The thought of booking a national speaker or author, for many career centers, seems completely out of reach. With budgets being tight, getting a quality subject matter expert can appear prohibitive. But, in reality, there are several ways that you can mitigate the costs – sometimes, entirely.

As a national speaker who works with schools all the time, I’ve compiled some suggestions for you that have worked for me and the schools I work with. Although these suggestions may be more involved than just writing a check, like many big schools can do, the benefits are huge.

The benefits of having a national speaker or author at a career center event include:

  • better attended events
  • significant increase in the number of unique visits to your center
  • bigger impact on the levels motivation and results in job search

1. Co-sponsor an Event with Student Activities

Depending on how your school is organized, your Student Activities office is going to have a small portion of their budget allocated to hiring outside speakers. Oh, and that “small” budget allocation is probably more than enough to help you mitigate the cost of a speaking. Collaborating with Student Activities try to find a way to appeal to their needs. Though you may want the speaker for their involvement with career related issues, SAO may want to appeal to trends in the student population. If you can downplay the career aspect of the speaker and upplay the other aspects, your SAO office may be more willing to partner with you. For example, I speak on helping job seekers use social media…you might pitch that as… “Wow, there’s this really great social media speaker!”

2. Find a Local business to sponsor you

When USC wanted to have me give a talk on campus, they weren’t prepared for to pay a speaker’s fee. So they worked with a local credit union to fund parts of the event. This was great community exposure for the bank, who can write the expense off at the end of the year. Plus it makes them look like heroes. USC benefited by having a national author come in, and they packed the room to capacity.

Credit unions are a great place to start when looking for sponsors. Any business that values community involvement will have some money allocated each year, money that you are eligible for. If one sponsor isn’t enough, consider breaking your budget into chunks and doling them out.

In exchange, most sponsors will only ask for their logo to appear somewhere in the event. At USC, it was on my title slide and that was it.

3. Offer to Pitch the Speaker to the Media

Speakers want, no, need exposure. And while we’re on the topic of media exposure, I’m sure your career center would want some too. For speakers, it helps their business grow when they can appear on the news as an expert in their field. For your center, it drives enrollment and interest in your services. Offering to help a speaker gain exposure through their talk on your campus is a win-win.

I agreed to speak for a reduced fee at Portland Community College this year because the coordinator got a local reporter to interview me about my book. It would have cost me much more than my discount to hire a PR firm who can only promise a chance of media exposure. The interview helped me sell books and I can keep the footage for my press kit.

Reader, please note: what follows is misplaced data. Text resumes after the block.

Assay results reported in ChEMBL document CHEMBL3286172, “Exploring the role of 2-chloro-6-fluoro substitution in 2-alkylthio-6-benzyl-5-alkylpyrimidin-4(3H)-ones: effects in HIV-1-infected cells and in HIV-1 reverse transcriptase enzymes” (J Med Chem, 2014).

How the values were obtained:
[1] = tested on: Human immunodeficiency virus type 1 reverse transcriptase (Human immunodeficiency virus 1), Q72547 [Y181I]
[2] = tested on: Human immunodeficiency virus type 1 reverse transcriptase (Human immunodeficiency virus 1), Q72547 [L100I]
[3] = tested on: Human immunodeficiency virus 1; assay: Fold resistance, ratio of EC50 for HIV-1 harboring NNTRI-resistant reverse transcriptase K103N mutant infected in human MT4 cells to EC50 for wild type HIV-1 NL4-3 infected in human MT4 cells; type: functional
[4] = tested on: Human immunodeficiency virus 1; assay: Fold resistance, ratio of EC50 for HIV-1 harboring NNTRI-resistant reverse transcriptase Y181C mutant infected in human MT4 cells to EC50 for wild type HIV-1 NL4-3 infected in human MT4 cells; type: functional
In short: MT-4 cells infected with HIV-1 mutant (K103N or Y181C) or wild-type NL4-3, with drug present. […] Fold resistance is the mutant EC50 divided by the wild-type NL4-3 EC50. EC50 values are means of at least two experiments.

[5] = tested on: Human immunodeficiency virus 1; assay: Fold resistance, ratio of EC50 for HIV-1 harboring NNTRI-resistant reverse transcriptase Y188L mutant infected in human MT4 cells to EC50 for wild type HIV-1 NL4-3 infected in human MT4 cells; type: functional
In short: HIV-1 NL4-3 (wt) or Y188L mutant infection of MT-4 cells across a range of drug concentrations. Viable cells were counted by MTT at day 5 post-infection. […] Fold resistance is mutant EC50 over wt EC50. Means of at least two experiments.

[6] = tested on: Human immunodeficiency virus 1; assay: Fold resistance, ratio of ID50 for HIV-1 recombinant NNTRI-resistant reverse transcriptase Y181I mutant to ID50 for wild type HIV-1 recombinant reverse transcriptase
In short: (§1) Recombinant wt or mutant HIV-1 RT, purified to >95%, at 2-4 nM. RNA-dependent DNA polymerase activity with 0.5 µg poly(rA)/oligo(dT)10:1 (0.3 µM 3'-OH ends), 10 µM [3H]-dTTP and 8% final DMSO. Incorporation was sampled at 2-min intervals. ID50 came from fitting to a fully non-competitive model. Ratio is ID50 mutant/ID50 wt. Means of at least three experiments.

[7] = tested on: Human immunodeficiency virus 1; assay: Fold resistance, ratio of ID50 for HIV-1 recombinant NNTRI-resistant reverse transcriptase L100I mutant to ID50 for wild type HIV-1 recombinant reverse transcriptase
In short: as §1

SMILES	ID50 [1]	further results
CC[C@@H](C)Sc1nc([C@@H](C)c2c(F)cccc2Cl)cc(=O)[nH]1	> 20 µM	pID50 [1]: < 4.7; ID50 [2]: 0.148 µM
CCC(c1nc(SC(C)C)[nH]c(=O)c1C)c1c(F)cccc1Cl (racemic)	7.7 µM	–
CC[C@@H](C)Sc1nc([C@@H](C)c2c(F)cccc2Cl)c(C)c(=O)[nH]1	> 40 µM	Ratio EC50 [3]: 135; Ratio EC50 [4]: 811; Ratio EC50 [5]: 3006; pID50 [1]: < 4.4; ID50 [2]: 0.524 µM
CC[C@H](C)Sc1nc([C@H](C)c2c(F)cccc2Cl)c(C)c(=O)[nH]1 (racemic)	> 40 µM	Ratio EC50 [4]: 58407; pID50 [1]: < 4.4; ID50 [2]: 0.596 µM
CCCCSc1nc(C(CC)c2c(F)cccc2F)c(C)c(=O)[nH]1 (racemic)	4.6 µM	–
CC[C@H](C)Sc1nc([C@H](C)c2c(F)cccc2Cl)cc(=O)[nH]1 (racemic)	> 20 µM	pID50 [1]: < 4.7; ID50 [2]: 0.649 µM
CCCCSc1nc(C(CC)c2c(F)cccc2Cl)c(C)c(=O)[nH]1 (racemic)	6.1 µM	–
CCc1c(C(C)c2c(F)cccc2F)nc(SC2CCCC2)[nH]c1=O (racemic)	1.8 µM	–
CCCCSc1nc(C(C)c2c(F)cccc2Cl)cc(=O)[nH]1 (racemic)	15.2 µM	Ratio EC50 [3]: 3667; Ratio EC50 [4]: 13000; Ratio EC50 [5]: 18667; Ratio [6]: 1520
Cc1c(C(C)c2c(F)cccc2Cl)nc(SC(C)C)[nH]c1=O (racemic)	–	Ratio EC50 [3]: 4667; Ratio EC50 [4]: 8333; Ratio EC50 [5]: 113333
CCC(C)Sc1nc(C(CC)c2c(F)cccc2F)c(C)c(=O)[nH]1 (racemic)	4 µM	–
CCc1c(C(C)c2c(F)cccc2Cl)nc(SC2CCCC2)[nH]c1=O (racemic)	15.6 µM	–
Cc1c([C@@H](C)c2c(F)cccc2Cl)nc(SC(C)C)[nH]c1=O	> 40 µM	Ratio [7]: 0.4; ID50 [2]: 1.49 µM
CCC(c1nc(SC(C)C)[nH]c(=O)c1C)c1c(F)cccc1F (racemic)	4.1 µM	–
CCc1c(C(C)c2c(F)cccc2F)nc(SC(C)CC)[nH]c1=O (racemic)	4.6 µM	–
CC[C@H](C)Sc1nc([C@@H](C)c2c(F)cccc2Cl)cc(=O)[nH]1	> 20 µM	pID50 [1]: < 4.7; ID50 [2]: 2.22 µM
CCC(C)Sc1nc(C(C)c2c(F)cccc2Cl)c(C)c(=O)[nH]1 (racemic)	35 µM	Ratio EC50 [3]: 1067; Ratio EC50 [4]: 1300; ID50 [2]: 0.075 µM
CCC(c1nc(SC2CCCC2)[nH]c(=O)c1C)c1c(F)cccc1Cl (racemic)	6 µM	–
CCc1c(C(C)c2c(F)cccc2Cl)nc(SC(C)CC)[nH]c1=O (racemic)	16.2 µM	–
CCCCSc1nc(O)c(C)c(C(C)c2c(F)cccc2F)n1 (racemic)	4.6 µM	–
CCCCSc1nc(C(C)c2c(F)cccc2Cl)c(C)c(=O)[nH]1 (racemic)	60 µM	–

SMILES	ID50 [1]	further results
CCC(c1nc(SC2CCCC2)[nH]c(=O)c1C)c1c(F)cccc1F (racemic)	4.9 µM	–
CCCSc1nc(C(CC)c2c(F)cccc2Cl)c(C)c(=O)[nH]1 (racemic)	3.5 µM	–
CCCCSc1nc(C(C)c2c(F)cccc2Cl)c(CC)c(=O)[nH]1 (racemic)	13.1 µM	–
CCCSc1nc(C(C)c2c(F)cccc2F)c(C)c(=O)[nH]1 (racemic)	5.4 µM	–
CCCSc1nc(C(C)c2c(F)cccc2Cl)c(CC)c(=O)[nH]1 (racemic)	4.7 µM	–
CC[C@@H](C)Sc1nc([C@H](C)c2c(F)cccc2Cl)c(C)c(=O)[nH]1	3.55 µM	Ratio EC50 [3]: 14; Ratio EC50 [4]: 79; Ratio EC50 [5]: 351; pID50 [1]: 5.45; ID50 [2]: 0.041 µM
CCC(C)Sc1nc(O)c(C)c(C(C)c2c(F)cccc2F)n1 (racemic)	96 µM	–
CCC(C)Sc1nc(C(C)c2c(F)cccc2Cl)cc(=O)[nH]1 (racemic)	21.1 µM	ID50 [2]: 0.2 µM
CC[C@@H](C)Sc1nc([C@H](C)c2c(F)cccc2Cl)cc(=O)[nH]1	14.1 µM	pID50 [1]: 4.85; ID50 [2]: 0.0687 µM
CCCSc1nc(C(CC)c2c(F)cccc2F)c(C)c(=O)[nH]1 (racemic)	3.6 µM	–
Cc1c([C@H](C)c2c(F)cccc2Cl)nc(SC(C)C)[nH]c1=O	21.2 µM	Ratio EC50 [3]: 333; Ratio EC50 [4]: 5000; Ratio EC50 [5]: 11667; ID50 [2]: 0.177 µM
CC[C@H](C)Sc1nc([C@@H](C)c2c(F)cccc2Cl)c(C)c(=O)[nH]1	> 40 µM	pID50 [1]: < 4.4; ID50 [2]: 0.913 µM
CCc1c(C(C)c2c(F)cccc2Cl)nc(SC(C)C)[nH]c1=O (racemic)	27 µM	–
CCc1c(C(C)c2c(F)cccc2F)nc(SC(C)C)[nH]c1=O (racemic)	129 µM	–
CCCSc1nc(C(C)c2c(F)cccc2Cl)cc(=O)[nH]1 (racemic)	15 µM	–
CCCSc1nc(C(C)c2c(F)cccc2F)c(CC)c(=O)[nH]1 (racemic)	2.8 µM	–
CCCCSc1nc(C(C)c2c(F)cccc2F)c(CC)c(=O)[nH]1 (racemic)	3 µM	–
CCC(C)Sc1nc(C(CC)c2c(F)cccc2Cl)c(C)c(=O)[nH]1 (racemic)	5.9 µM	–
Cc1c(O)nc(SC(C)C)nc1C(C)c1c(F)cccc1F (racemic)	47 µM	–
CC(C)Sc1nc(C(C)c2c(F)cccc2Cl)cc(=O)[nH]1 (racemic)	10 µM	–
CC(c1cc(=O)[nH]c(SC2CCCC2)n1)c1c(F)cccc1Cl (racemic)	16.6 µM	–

4. Organize a Train-the-Trainer with Your Consortium

Most speakers will charge between $5,000 $10,000 for half-day trainings at professional associations. Most consortiums have between 15-40 members (that’s what makes it a consortium!). For a single institution, $5,000 can be a steep fee. But when 20 members pay only $250 for professional development, then the cost of the learning is cheap. Especially if you can add CEU credits to the event.

If you’re a member of a consortium, your job will be to call each member and get their buy-in. Typically, a consortium member would have to take initiative in such an event. I was speaking with a school in Iowa who wasn’t able to afford my fee. So they contacted all 30 members of their career professional’s consortium and got 20 schools to agree to share the fee. It took him a week to set it up, but he managed to organize a great event for himself and his colleagues.

Since training is only a half-day, and the speaker is getting a proper fee, why not ask them to stick around for a quick afternoon keynote with your students– at a steep discount of course. Give them an energy drink if they’re tired!

5. Convince Your President You Need a Senior Day

Part of the reason why you may be having trouble getting budget for a speaker is because you might not have an annual speaking event which requires that level of cash, let’s call it a Senior Day. A Senior Day is a full Saturday in January or February adorned with national career speakers, workshops, resume writing and fire tossing. The key is that it happens every year so that the budget is simply maintained.

The hard part, as I’m sure you’ve picked up on, is starting an annual Senior Day in the first place. From my experience, it would seem that approval for such a shindig would have to come from high-up, like the president of the college. And what does the president of the college care about? Fund raising! Your Senior Day could have big results for the college as it represents a major benchmark in the institution’s success, especially when you can measure improvements in hiring and who recruits from your university.

If schools are often ranked by how well their students place jobs, and rankings affect how much money the school can charge for tuition, and better job programs help the president raise even more money from alumni, then I think you have a clincher.

Download the rest

To get the remaining 5, visit my speaking page.